the political leadership in many postcolonial African states to
rationalize their grip on power and their adoption of initiatives
that curtail civil libertiesall in the name of national security
and state sovereignty. At best, then, external factors may have
exacerbated the problem of democratization, but I certainly do
not think that they caused it. So Carew would have to rethink
this explanation. In any case, the issue that, again, has reared
its head, even through this circuitous route, is: How to get the
political class to be willing to entertain the idea of a civil society
considering that, as Carew has rightly observed, a civil society is
an essential transitory step toward democratic governance?

V
Overcoming the Problem: Stipulations for Political
Engagement
I will conclude by offering some suggestions that may address
this issue. My remarks hopefully will point to a way of translating
Carews theoretical insights into praxis. To that end, I will begin
by suggesting that, from a methodological standpoint, Carews
very idea of developing a civil society infused with democratic
personalities to engage in public discourse should be expanded
to include members of and aspirants to political office, with one
major difference, namely, that all such individuals be required
to undertake formal instruction about political governance
and what it entails. In other words, anyone who engages or
desires to engage in political activities must undergo a period
of schooling in democratic governance over a sustained period
of time as a precondition for political activity. The end of such
schooling is to foster in the individual a democratic personality.
(There are certainly echoes of Plato and Aristotle here.) I insist
on this point because, although the desired outcomethe
acquisition of a requisite personalityis not guaranteed, still, I
believe we would be compelled to prefer the suggestion I am
putting forward when we consider the alternative that exists
at present and the consequences thereto, namely, complete
ignorance about governance.
To appreciate the gravity of the existing alternative, consider
the overwhelming evidence that the political deterioration of
many/most African states has occurred under the leadership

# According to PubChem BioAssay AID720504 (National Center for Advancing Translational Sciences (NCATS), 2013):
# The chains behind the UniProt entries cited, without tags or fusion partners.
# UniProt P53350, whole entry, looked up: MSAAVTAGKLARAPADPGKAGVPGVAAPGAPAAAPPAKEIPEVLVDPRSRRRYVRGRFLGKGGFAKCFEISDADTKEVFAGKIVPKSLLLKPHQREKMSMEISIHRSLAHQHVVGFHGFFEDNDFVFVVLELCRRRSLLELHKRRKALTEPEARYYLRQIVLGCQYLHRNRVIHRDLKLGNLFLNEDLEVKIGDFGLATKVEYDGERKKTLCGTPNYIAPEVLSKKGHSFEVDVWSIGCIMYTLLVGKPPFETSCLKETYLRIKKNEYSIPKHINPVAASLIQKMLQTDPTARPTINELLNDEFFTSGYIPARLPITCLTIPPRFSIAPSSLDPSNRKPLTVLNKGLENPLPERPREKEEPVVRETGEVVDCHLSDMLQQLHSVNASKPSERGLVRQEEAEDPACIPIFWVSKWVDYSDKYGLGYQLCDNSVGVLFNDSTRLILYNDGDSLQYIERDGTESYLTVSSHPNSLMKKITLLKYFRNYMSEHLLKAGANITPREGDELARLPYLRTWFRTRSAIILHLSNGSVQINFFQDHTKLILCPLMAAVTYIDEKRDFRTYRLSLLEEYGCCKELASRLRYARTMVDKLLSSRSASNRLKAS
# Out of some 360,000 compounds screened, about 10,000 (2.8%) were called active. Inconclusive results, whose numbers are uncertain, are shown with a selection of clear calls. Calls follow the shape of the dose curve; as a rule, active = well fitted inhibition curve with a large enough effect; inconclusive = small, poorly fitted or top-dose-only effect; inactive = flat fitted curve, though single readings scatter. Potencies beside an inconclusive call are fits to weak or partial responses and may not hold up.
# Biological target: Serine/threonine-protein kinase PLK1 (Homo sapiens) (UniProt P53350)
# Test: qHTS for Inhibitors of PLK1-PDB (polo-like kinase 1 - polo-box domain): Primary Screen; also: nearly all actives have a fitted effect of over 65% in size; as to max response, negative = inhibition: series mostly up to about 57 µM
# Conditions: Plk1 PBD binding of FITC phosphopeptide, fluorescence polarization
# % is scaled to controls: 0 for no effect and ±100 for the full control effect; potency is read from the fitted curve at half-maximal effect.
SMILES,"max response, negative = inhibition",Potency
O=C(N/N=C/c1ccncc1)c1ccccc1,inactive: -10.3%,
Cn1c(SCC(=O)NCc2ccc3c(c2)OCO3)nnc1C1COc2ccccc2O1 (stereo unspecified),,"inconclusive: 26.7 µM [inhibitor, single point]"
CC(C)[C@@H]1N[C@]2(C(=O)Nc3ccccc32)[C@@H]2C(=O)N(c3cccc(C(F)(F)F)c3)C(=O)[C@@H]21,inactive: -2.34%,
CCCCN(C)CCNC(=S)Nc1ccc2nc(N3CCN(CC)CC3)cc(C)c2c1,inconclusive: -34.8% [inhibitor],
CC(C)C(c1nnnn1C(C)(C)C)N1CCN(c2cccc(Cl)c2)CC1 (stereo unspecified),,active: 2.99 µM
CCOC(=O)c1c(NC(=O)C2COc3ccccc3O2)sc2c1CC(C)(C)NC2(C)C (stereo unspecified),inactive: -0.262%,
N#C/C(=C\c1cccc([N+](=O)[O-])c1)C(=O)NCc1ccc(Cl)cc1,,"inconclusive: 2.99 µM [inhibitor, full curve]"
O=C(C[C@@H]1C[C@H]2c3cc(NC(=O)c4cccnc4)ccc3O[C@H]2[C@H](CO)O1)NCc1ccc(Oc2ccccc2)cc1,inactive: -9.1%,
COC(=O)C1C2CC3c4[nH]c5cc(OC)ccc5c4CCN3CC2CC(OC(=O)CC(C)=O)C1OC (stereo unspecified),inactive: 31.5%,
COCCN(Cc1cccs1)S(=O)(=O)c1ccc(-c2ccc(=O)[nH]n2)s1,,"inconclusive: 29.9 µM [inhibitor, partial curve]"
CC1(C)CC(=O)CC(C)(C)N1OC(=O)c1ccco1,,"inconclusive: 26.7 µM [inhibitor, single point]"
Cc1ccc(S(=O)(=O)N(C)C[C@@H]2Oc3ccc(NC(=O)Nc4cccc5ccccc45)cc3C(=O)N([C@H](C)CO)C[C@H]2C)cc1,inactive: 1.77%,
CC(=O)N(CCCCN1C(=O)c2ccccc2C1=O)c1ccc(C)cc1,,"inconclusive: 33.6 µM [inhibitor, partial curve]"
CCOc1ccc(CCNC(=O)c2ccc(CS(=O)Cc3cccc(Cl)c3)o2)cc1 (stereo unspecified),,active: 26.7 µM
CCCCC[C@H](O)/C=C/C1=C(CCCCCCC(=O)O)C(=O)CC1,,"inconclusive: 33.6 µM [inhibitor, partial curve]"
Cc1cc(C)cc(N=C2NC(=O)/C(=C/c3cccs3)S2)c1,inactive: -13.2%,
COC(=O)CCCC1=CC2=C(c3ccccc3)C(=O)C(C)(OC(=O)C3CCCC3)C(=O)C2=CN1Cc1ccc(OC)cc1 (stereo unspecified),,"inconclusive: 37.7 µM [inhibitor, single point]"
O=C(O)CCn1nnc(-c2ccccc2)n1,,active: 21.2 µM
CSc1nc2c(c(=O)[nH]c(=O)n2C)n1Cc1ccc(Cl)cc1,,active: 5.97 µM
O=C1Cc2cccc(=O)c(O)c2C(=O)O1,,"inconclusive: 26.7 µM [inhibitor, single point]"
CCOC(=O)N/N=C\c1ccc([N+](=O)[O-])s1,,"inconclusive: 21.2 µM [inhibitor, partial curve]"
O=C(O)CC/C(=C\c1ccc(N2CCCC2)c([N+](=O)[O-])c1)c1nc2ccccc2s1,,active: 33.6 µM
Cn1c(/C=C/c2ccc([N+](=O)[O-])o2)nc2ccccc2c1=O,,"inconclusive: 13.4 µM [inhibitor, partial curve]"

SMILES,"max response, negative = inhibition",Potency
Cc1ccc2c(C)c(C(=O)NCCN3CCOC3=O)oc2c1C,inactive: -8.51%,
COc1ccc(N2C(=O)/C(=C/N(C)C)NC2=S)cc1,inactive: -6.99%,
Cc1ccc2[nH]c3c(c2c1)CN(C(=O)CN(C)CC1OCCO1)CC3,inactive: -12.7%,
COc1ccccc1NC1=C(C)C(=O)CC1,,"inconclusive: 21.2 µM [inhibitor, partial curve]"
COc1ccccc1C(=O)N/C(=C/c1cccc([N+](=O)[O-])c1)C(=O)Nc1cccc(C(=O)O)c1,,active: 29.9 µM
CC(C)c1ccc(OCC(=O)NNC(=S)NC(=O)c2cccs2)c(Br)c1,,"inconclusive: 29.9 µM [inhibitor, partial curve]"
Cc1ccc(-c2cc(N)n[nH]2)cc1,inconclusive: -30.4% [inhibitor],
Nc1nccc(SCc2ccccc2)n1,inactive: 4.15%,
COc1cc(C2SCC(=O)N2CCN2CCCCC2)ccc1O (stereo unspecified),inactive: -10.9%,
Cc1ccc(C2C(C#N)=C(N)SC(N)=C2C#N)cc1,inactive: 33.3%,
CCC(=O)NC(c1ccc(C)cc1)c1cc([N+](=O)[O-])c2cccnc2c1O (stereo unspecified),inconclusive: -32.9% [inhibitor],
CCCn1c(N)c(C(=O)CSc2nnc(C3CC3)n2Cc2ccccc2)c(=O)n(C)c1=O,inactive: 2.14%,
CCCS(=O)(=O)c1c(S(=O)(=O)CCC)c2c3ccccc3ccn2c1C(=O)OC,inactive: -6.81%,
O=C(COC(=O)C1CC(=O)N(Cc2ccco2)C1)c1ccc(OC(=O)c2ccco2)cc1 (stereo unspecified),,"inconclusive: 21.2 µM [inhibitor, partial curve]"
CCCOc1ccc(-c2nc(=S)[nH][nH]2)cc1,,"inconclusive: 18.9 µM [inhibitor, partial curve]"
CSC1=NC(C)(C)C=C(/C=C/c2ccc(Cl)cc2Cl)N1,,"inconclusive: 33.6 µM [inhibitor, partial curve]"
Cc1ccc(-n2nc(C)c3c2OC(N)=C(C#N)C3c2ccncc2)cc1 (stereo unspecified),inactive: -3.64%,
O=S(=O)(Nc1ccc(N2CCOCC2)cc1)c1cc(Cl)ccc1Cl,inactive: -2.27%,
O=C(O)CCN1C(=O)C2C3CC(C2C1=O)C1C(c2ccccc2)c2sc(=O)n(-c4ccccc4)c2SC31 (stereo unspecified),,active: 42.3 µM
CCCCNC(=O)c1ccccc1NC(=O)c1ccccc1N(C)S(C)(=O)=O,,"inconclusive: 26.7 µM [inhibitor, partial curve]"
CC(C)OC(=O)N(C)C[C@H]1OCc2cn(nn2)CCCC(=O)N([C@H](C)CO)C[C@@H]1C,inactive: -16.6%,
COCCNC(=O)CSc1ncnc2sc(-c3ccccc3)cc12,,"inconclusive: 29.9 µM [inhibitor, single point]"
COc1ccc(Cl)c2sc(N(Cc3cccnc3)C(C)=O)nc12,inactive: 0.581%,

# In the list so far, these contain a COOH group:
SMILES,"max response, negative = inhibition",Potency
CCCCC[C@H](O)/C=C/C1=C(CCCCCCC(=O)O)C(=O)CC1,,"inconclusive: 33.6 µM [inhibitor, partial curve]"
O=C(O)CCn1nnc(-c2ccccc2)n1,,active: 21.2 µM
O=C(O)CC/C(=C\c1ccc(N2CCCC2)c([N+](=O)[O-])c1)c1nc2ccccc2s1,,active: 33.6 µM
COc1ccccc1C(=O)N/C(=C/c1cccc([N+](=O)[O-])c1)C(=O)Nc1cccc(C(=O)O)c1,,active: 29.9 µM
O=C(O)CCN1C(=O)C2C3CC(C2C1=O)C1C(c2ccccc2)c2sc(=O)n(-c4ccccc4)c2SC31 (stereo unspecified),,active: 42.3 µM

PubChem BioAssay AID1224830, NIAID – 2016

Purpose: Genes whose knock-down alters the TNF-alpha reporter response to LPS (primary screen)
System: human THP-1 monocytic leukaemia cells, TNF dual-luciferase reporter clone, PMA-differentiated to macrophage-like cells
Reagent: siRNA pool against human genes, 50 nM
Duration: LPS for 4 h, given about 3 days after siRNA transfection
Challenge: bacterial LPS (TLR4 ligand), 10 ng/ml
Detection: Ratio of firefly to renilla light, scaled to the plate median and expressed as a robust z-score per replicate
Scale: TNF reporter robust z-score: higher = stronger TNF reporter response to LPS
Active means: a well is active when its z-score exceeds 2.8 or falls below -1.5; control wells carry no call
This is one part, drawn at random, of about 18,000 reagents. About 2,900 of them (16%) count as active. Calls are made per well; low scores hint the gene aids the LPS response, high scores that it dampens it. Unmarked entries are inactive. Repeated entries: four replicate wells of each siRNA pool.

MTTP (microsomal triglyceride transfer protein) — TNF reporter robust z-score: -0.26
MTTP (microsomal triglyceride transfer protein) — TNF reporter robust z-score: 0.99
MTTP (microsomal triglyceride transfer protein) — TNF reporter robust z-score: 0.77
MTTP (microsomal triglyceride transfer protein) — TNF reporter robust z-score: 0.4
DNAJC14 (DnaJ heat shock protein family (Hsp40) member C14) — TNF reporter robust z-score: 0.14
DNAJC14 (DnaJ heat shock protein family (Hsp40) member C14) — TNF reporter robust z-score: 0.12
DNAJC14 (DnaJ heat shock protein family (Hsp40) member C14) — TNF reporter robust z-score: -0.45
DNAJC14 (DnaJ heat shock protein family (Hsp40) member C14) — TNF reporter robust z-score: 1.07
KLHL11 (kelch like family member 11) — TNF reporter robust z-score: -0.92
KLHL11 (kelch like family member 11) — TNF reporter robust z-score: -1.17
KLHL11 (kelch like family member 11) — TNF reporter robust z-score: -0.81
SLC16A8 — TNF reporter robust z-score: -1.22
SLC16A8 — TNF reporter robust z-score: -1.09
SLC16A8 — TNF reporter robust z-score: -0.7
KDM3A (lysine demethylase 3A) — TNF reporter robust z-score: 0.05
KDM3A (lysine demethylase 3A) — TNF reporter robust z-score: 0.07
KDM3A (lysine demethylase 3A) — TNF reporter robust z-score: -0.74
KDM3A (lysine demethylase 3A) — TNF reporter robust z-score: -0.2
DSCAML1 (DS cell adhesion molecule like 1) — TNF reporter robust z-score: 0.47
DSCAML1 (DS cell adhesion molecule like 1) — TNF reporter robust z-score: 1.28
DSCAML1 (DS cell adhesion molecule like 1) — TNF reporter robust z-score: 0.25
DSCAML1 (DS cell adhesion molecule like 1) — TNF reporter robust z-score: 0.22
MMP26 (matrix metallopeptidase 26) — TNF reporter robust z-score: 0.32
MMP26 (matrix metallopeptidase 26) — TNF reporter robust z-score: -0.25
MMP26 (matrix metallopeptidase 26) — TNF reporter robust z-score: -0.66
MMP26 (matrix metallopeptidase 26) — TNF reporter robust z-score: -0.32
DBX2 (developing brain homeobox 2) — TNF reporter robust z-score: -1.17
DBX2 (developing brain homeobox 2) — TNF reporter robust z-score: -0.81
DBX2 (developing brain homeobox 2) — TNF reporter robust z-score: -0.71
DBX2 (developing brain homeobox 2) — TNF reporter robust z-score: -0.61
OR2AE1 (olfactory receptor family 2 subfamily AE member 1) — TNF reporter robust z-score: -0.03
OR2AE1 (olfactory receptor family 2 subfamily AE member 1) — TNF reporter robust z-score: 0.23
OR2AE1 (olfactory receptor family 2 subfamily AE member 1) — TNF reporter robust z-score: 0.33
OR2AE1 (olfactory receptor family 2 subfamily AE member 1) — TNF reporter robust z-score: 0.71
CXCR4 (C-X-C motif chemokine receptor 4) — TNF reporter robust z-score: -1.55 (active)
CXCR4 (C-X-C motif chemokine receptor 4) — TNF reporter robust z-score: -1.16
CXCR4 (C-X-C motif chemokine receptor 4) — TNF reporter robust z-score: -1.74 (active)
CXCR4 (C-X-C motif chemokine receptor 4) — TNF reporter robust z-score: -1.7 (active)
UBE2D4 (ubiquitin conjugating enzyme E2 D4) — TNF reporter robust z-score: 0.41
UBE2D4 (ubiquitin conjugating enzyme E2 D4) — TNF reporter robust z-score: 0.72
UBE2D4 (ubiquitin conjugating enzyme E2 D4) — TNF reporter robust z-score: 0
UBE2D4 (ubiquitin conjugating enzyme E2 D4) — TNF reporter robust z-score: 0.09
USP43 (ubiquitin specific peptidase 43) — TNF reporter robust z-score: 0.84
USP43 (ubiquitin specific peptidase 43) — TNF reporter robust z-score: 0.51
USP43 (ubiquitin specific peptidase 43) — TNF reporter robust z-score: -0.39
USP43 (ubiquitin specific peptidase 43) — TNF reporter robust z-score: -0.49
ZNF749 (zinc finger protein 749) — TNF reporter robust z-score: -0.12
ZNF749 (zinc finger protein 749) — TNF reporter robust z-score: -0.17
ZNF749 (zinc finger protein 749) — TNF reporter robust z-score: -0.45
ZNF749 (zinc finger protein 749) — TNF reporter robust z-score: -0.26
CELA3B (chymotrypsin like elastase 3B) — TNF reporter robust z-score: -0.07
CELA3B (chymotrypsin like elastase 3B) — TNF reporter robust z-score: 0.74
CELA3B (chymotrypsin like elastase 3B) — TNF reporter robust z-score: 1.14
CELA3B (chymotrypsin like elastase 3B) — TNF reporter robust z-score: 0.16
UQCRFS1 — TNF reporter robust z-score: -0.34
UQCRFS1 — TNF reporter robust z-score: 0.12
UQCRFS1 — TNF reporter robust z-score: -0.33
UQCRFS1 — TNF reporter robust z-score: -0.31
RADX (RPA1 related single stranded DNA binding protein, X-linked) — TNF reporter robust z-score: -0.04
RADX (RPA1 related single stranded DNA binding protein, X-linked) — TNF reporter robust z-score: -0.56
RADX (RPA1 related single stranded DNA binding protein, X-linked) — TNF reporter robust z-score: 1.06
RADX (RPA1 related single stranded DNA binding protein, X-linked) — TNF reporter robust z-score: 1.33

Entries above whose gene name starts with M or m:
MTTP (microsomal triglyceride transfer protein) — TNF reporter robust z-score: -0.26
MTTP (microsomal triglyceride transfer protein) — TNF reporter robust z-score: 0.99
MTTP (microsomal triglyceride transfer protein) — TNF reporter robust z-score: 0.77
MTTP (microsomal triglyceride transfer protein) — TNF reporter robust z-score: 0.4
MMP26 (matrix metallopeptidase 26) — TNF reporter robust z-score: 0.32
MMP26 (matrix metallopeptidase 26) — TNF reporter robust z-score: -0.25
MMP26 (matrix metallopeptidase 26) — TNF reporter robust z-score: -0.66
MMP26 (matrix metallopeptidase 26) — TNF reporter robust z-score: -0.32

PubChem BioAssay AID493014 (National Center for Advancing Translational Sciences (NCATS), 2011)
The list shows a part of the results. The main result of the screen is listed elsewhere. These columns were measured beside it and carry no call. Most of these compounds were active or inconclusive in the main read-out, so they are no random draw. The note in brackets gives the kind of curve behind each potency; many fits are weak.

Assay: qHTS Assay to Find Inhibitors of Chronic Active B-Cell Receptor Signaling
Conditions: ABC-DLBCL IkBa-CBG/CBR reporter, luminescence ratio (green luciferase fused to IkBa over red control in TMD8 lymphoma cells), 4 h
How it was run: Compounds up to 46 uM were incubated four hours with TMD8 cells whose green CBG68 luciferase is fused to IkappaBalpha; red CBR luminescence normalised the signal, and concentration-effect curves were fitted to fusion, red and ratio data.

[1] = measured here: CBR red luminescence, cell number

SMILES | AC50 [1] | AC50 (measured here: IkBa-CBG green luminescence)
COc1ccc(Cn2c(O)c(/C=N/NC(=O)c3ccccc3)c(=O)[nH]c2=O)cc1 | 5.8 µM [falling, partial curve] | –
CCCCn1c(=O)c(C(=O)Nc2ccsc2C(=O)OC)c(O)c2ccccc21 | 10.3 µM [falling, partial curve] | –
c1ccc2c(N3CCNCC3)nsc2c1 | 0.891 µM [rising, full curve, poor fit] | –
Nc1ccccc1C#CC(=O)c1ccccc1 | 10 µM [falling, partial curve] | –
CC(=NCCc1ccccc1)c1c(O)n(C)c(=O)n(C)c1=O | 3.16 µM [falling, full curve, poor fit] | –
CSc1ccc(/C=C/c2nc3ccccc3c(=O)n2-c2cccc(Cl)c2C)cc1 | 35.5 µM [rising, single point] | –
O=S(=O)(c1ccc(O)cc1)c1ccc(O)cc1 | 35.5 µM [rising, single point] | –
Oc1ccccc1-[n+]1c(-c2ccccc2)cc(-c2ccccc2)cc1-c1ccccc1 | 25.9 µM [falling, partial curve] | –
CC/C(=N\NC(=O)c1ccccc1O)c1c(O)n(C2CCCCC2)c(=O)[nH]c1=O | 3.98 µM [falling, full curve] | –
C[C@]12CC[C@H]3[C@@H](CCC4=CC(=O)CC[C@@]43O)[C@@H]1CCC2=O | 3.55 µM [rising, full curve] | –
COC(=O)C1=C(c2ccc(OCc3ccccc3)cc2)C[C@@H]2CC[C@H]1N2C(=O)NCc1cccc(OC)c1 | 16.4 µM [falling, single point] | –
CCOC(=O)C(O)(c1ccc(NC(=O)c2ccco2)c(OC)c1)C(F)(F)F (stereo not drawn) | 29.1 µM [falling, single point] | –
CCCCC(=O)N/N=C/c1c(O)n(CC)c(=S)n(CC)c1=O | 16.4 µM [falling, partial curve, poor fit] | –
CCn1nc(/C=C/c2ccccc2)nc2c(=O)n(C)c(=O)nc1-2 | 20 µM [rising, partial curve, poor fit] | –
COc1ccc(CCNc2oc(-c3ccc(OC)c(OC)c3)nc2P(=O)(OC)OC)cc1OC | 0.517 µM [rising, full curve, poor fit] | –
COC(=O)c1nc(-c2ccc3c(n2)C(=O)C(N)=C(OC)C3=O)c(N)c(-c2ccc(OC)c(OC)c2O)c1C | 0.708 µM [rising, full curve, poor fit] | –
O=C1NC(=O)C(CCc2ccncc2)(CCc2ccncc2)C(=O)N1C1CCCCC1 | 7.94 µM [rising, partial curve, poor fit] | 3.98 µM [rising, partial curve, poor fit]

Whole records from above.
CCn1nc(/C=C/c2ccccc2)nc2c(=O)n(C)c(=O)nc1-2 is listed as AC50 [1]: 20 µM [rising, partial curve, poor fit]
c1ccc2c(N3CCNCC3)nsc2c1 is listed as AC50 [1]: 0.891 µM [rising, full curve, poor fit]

of highly Western educated elites who are professionals in
their own right, but whose professional credentials have made
no difference overall, in terms of democratic governance,
to the political life of their countries. As an example, in the
1970s and 80s, a substantial percentage of the members of
the Sierra Leone Cabinet under then President Siaka Stevens
had doctorates in various fields, but, except for an insignificant
few, the bulk of them were thoroughly illiterate on matters of
governance. This shows that it simply does not follow from
the fact that an individual is very highly educated that s/he
has any knowledge of democratic governance let alone has a
democratic personality. It is in light of this fact, and in agreement
with Carews view of creating a democratic personality, that
I am recommending a rigorous training and education in

governance as a prerequisite for political agency. The hope


is that a sustained period of education and training will effect
a change in the character and disposition of the individual by
inculcating in her/him a democratic personality.
That this idea of education and training in democratic
governance may not be as farfetched as it appears, consider
that during the colonial era, colonial subjects were formally
trained in Civil Service Training Colleges, and on an on-going
basis, to become civil servants. Such colleges were established
throughout the colonies. I am suggesting, analogously, that
institutions like those Training Colleges be set up to provide
formal instruction about governance to political actors and
aspirants. Of course, such a suggestion would also require
a Constitutional Amendment and ancillary measures for its
obligatoriness in each of the various postcolonial states. But
these are secondary, albeit important, matters that can be
addressed. The key issue, to repeat, is to make it a prerequisite
for aspiring to and holding political office that individuals
undergo formal and rigorous training in democratic governance,